Abstract: This doctoral dissertation consists of three chapters on the design and implementation of environmental conservation mechanisms using economic experiments. The first chapter examines how variations in information and context affect the outcomes of valuation using field experiment. The chapter shows the evidence that people’s contributions increase significantly and substantially if attention is drawn to their own responsibility in the deforestation and desertification process, suggesting, the ‘responsibility effect’ is important in the valuation-an extension of the previous examination on the role of behavior in valuation. The second chapter revisits Payment for Ecosystem Services (PES) and the determination of the optimal price by comparing the performance of Uniform Price Auctions (UPA) and Take-it-or-leave (TILI) mechanism. Using both laboratory and field experiments it is found that given the same level of price, the sign-up rate to a PES project differs between the two mechanisms. More subjects are willing to sign-up in TILI than was predicted in UPA. The findings also suggest that this disparity can be explained by the hypothesis of more deliberate decision making in UPA than TILI. The third chapter examines how trust and trustworthiness evolve in the community (engaged in public good provision) to predict the sustainability of common good conservation. The chapter deals with trust and trustworthiness, as important social norms, between the cooperators and non- cooperator in common good provision. The findings of the chapter support the hypothesis that higher trust is placed on the cooperators than non-cooperators with payoff consequences-contrary to standard economic prediction. The cooperator type receives more money, but sends and returns less to non-cooperators which allow the cooperator type to receive a consistently higher payoff- which was predicted by the Ostrom’s theory of collective actions.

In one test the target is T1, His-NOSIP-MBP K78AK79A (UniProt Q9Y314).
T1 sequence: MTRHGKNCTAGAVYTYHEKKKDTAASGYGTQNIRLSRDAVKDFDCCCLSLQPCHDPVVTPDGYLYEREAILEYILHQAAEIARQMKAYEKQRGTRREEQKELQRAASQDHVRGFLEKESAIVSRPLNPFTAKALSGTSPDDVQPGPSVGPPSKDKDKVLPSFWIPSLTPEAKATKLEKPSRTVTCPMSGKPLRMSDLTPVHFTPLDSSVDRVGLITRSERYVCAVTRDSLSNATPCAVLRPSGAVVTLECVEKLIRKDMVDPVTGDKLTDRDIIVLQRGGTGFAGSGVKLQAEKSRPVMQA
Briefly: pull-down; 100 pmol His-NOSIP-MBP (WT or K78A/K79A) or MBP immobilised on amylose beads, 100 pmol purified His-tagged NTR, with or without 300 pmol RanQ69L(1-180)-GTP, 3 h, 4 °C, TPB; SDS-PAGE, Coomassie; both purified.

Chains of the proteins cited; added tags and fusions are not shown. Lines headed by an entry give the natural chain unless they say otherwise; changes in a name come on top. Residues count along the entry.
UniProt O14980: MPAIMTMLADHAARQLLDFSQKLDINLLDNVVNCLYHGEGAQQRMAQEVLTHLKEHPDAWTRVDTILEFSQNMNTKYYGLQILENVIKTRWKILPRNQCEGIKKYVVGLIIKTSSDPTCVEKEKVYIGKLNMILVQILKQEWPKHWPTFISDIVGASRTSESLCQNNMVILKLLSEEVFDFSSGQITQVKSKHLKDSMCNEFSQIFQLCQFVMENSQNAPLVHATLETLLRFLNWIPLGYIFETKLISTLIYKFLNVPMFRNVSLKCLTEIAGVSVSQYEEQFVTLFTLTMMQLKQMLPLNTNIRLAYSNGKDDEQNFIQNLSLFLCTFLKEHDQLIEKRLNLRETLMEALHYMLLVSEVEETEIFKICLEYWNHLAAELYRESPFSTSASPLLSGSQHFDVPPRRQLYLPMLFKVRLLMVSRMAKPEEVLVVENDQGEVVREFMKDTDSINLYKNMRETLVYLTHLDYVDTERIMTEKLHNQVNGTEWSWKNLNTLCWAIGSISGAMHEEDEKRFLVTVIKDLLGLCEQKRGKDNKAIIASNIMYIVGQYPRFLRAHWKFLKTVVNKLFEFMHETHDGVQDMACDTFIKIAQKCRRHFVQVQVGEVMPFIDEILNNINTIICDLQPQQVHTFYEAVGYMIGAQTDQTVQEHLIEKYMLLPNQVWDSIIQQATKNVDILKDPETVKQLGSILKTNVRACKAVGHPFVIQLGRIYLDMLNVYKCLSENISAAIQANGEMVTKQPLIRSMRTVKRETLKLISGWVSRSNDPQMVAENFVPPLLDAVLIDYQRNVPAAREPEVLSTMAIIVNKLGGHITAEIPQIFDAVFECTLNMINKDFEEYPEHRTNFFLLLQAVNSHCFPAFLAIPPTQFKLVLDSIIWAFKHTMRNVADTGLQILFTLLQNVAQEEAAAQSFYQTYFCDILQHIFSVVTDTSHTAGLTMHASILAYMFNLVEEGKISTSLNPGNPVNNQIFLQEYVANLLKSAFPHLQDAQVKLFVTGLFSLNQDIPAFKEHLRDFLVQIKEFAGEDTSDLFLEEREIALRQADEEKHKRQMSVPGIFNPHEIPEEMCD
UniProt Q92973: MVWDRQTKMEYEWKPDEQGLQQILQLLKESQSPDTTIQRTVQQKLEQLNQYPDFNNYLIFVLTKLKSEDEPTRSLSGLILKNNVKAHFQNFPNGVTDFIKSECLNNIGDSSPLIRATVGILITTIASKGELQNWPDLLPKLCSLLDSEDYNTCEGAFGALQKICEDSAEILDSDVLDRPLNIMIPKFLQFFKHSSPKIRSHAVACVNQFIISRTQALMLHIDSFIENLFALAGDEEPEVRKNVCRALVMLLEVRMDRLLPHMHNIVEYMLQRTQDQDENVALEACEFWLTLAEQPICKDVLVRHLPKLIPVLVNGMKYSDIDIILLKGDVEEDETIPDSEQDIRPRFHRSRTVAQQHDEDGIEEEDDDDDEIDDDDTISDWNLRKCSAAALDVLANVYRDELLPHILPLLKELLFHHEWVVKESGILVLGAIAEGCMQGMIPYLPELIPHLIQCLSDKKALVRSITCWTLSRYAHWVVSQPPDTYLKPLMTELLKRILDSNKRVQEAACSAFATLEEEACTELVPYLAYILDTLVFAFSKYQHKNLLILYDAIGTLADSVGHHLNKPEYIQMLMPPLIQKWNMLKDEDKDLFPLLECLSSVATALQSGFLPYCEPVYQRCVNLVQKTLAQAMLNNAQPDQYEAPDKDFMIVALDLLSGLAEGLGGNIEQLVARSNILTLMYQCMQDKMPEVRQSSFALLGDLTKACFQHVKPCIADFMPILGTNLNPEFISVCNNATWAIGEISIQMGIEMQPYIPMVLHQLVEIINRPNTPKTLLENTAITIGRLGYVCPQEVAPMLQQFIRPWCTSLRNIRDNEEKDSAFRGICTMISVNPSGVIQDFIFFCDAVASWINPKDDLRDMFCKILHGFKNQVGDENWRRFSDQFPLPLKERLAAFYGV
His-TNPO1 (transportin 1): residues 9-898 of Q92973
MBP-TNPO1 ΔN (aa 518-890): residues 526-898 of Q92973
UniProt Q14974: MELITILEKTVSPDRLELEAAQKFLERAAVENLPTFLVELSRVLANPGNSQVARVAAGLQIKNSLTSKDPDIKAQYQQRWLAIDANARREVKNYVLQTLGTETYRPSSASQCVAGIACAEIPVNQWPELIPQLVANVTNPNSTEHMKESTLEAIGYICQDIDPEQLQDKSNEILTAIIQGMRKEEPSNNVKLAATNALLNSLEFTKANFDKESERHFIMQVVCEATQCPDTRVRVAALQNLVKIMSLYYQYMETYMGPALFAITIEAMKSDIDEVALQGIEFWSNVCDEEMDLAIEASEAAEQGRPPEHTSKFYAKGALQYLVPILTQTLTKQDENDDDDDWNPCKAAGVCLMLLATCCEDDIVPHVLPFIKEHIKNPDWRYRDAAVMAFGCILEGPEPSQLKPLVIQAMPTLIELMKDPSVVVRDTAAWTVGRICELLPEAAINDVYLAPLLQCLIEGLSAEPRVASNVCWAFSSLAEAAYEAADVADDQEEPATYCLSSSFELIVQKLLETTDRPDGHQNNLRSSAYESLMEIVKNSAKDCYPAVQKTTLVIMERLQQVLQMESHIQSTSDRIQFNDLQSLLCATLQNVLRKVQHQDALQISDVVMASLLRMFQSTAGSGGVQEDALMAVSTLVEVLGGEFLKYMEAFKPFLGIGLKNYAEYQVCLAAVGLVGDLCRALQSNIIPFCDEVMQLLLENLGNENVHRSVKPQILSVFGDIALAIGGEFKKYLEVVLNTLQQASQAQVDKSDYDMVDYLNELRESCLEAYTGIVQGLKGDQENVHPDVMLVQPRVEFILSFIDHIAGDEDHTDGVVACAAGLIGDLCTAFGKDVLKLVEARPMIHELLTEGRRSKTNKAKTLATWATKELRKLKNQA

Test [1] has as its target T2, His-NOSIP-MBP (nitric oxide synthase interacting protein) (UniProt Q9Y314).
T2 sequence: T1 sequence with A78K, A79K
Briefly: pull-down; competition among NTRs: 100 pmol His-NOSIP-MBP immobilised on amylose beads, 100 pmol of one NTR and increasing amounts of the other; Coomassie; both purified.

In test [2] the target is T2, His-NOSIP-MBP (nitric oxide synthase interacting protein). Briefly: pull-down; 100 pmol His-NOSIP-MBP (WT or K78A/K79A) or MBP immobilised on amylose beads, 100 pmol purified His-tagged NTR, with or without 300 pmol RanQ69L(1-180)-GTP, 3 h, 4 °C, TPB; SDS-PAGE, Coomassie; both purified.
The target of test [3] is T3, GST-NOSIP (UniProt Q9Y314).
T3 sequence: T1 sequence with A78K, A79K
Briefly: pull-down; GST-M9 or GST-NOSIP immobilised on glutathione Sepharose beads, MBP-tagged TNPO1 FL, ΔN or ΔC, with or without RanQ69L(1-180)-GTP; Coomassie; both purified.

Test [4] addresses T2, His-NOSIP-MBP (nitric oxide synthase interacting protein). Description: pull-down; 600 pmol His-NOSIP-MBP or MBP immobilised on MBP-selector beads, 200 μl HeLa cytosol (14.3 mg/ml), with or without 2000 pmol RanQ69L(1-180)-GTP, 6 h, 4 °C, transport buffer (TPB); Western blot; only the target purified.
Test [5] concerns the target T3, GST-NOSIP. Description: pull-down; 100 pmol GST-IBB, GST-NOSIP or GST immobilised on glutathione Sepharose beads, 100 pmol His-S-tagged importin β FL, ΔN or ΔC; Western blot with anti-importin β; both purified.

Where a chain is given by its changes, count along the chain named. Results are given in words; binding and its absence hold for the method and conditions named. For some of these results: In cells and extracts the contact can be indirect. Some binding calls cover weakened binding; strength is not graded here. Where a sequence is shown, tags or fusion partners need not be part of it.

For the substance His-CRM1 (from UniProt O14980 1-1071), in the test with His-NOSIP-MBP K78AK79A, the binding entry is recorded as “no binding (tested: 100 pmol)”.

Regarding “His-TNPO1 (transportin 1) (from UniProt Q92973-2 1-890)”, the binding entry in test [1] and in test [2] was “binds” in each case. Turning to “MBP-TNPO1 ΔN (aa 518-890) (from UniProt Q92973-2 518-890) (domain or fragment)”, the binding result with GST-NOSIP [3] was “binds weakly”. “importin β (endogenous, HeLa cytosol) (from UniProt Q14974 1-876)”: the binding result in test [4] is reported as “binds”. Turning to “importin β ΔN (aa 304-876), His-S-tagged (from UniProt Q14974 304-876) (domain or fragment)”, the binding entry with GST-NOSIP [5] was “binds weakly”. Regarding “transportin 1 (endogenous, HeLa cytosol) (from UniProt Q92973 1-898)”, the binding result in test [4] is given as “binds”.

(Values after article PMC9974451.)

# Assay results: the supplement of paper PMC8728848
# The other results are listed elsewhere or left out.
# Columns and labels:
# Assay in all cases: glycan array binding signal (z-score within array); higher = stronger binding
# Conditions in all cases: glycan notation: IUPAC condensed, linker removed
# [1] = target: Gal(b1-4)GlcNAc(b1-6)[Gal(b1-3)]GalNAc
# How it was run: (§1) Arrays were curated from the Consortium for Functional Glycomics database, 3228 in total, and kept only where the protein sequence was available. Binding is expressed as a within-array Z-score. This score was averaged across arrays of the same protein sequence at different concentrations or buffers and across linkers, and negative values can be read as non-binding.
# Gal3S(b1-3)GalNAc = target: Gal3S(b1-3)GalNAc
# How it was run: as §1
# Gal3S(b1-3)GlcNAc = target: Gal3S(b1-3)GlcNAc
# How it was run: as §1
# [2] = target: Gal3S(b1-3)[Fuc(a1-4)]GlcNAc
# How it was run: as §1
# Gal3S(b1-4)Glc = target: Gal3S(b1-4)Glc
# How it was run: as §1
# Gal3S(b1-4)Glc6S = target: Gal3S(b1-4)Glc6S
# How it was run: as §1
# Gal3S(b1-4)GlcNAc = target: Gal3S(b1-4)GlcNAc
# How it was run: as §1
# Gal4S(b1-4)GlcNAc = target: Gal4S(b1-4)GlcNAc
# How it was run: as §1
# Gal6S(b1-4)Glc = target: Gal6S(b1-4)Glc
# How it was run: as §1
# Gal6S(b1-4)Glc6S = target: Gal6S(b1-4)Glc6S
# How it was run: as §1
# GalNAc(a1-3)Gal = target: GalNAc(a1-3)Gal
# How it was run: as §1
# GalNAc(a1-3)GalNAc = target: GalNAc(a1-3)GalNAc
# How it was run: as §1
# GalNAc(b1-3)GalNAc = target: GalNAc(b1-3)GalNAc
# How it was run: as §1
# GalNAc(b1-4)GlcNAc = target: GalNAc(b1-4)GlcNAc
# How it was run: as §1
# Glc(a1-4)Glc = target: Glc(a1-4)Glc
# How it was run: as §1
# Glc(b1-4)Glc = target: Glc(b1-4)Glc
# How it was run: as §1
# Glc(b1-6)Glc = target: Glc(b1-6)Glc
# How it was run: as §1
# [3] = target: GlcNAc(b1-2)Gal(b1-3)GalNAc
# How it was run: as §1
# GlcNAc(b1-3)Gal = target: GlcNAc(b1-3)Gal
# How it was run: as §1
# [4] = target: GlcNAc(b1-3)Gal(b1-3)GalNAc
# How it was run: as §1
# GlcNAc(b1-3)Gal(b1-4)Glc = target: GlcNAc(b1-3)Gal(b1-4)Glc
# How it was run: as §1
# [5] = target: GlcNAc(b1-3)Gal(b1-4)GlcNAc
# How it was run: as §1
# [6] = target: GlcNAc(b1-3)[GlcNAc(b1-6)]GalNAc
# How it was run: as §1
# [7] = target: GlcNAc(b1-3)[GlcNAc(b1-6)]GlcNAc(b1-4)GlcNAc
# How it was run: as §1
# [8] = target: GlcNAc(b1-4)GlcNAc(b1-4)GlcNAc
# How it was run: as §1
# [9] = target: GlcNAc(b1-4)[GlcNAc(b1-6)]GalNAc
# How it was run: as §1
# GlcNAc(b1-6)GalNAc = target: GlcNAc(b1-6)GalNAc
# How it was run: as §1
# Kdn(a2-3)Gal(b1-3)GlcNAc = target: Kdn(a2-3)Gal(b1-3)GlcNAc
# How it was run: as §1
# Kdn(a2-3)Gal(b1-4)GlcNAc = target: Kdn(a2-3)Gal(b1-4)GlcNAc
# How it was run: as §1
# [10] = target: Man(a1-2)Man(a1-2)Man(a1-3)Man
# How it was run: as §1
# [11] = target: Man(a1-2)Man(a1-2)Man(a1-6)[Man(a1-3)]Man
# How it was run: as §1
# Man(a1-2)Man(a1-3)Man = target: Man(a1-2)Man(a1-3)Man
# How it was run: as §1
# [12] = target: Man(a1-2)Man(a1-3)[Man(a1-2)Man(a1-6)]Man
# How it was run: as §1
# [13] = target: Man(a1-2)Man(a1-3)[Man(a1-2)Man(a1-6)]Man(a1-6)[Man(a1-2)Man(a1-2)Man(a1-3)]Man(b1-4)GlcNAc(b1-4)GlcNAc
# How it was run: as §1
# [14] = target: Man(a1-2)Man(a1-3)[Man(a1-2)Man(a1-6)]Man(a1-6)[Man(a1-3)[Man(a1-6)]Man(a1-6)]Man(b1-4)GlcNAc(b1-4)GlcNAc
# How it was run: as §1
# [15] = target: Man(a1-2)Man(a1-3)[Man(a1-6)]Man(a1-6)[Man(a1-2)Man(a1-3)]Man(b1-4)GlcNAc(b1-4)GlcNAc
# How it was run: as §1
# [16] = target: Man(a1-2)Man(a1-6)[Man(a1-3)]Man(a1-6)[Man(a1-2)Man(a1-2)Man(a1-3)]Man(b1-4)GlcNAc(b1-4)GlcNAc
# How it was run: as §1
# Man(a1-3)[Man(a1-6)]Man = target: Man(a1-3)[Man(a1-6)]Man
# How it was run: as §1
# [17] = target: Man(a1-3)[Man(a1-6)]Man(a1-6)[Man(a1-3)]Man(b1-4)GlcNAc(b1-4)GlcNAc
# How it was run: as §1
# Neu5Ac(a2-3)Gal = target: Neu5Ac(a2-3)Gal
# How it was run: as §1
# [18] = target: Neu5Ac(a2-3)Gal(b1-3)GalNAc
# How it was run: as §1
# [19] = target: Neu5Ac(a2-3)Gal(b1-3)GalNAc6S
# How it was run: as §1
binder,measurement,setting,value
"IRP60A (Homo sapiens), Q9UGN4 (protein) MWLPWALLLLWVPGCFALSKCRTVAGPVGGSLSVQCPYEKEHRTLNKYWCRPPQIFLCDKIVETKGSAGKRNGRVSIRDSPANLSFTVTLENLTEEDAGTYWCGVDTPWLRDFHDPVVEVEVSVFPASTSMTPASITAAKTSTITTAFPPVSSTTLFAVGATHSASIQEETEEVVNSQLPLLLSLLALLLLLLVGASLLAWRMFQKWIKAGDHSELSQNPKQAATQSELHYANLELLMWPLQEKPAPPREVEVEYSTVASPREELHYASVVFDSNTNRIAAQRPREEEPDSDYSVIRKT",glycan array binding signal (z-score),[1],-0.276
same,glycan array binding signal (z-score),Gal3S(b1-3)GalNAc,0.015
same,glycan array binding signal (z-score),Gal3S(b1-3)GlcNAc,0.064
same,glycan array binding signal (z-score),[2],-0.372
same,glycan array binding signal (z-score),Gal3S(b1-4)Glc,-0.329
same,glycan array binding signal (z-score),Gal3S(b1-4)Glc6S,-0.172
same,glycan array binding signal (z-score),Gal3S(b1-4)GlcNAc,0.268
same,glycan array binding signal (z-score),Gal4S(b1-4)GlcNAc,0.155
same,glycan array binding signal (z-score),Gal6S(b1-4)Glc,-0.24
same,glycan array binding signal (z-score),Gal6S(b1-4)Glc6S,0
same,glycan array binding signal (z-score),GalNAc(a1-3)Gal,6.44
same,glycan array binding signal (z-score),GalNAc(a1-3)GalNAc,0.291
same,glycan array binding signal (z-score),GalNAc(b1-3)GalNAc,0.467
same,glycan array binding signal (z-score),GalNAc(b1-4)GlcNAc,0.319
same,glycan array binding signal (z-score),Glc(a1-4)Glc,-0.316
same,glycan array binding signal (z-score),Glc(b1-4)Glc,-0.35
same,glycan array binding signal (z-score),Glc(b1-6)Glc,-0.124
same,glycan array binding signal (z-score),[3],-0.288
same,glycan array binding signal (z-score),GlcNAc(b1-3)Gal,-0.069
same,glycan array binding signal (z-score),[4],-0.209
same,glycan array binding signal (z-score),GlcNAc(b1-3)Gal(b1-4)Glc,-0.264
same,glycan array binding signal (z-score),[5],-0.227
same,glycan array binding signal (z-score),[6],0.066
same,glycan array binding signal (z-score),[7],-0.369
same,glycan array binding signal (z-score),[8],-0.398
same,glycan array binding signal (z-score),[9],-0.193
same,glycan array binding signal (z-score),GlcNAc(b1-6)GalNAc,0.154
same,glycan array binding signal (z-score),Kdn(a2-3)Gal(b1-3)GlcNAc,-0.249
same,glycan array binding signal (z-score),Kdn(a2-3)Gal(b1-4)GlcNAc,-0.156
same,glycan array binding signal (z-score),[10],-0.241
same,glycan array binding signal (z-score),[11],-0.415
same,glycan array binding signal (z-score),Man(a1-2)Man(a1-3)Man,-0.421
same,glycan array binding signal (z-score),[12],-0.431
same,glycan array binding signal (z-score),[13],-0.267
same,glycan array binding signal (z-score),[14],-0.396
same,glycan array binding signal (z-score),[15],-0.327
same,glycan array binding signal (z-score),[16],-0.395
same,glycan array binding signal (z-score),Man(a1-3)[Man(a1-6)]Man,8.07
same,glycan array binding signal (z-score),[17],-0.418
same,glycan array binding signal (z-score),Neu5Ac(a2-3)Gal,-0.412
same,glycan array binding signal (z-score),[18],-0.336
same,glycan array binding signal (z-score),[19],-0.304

Date: 2018